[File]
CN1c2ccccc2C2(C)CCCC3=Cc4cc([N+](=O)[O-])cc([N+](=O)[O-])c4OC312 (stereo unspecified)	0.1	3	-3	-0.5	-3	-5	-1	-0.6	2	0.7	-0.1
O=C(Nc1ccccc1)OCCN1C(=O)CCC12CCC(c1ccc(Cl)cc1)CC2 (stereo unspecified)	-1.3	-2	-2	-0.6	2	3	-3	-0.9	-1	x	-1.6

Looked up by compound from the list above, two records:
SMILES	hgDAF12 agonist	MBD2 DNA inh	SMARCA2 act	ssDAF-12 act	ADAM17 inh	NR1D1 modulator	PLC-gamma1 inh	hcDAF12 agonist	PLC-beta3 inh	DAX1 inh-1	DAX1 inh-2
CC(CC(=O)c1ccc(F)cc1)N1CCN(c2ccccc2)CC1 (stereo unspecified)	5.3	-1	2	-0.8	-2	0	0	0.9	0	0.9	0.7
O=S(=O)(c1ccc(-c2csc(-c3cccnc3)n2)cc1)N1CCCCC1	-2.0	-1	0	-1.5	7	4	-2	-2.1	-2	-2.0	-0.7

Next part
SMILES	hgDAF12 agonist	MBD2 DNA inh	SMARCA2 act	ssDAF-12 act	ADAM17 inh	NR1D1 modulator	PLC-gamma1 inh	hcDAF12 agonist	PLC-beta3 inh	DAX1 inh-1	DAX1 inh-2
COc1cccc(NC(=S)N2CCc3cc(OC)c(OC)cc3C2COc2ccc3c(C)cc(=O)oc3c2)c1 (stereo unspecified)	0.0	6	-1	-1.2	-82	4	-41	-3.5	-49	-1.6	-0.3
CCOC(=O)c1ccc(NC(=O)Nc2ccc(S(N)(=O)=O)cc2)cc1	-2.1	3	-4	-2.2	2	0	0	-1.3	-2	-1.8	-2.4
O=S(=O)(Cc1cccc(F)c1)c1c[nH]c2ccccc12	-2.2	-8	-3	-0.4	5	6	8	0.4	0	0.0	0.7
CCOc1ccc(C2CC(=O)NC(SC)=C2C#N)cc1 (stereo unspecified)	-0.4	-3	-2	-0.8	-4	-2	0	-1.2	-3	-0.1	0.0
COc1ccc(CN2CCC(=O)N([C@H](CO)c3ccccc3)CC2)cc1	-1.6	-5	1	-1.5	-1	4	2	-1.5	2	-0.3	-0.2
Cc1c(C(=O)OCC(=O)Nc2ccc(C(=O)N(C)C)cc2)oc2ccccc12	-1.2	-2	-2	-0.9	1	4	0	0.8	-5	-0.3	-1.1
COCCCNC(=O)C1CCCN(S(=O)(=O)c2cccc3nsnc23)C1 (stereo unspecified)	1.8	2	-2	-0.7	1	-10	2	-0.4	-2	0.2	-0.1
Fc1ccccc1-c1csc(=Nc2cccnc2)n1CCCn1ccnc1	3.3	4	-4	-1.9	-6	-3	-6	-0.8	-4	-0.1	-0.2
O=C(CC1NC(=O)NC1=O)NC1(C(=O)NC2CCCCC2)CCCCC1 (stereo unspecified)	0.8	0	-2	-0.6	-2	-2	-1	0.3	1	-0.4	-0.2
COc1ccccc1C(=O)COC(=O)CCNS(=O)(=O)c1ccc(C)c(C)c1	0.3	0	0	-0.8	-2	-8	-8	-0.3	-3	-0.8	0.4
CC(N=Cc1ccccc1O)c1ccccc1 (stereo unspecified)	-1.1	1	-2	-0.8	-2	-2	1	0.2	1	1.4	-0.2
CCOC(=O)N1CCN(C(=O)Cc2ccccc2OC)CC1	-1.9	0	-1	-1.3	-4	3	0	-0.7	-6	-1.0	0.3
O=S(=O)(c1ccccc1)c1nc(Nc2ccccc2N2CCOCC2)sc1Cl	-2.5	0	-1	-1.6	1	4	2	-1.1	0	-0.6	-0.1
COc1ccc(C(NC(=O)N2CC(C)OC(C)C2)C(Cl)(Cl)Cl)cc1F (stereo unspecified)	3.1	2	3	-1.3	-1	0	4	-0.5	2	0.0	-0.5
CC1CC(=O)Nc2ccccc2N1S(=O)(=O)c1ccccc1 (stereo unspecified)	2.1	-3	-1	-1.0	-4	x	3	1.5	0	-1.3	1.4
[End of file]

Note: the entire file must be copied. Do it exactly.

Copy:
CN1c2ccccc2C2(C)CCCC3=Cc4cc([N+](=O)[O-])cc([N+](=O)[O-])c4OC312 (stereo unspecified)	0.1	3	-3	-0.5	-3	-5	-1	-0.6	2	0.7	-0.1
O=C(Nc1ccccc1)OCCN1C(=O)CCC12CCC(c1ccc(Cl)cc1)CC2 (stereo unspecified)	-1.3	-2	-2	-0.6	2	3	-3	-0.9	-1	x	-1.6

Looked up by compound from the list above, two records:
SMILES	hgDAF12 agonist	MBD2 DNA inh	SMARCA2 act	ssDAF-12 act	ADAM17 inh	NR1D1 modulator	PLC-gamma1 inh	hcDAF12 agonist	PLC-beta3 inh	DAX1 inh-1	DAX1 inh-2
CC(CC(=O)c1ccc(F)cc1)N1CCN(c2ccccc2)CC1 (stereo unspecified)	5.3	-1	2	-0.8	-2	0	0	0.9	0	0.9	0.7
O=S(=O)(c1ccc(-c2csc(-c3cccnc3)n2)cc1)N1CCCCC1	-2.0	-1	0	-1.5	7	4	-2	-2.1	-2	-2.0	-0.7

Next part
SMILES	hgDAF12 agonist	MBD2 DNA inh	SMARCA2 act	ssDAF-12 act	ADAM17 inh	NR1D1 modulator	PLC-gamma1 inh	hcDAF12 agonist	PLC-beta3 inh	DAX1 inh-1	DAX1 inh-2
COc1cccc(NC(=S)N2CCc3cc(OC)c(OC)cc3C2COc2ccc3c(C)cc(=O)oc3c2)c1 (stereo unspecified)	0.0	6	-1	-1.2	-82	4	-41	-3.5	-49	-1.6	-0.3
CCOC(=O)c1ccc(NC(=O)Nc2ccc(S(N)(=O)=O)cc2)cc1	-2.1	3	-4	-2.2	2	0	0	-1.3	-2	-1.8	-2.4
O=S(=O)(Cc1cccc(F)c1)c1c[nH]c2ccccc12	-2.2	-8	-3	-0.4	5	6	8	0.4	0	0.0	0.7
CCOc1ccc(C2CC(=O)NC(SC)=C2C#N)cc1 (stereo unspecified)	-0.4	-3	-2	-0.8	-4	-2	0	-1.2	-3	-0.1	0.0
COc1ccc(CN2CCC(=O)N([C@H](CO)c3ccccc3)CC2)cc1	-1.6	-5	1	-1.5	-1	4	2	-1.5	2	-0.3	-0.2
Cc1c(C(=O)OCC(=O)Nc2ccc(C(=O)N(C)C)cc2)oc2ccccc12	-1.2	-2	-2	-0.9	1	4	0	0.8	-5	-0.3	-1.1
COCCCNC(=O)C1CCCN(S(=O)(=O)c2cccc3nsnc23)C1 (stereo unspecified)	1.8	2	-2	-0.7	1	-10	2	-0.4	-2	0.2	-0.1
Fc1ccccc1-c1csc(=Nc2cccnc2)n1CCCn1ccnc1	3.3	4	-4	-1.9	-6	-3	-6	-0.8	-4	-0.1	-0.2
O=C(CC1NC(=O)NC1=O)NC1(C(=O)NC2CCCCC2)CCCCC1 (stereo unspecified)	0.8	0	-2	-0.6	-2	-2	-1	0.3	1	-0.4	-0.2
COc1ccccc1C(=O)COC(=O)CCNS(=O)(=O)c1ccc(C)c(C)c1	0.3	0	0	-0.8	-2	-8	-8	-0.3	-3	-0.8	0.4
CC(N=Cc1ccccc1O)c1ccccc1 (stereo unspecified)	-1.1	1	-2	-0.8	-2	-2	1	0.2	1	1.4	-0.2
CCOC(=O)N1CCN(C(=O)Cc2ccccc2OC)CC1	-1.9	0	-1	-1.3	-4	3	0	-0.7	-6	-1.0	0.3
O=S(=O)(c1ccccc1)c1nc(Nc2ccccc2N2CCOCC2)sc1Cl	-2.5	0	-1	-1.6	1	4	2	-1.1	0	-0.6	-0.1
COc1ccc(C(NC(=O)N2CC(C)OC(C)C2)C(Cl)(Cl)Cl)cc1F (stereo unspecified)	3.1	2	3	-1.3	-1	0	4	-0.5	2	0.0	-0.5
CC1CC(=O)Nc2ccccc2N1S(=O)(=O)c1ccccc1 (stereo unspecified)	2.1	-3	-1	-1.0	-4	x	3	1.5	0	-1.3	1.4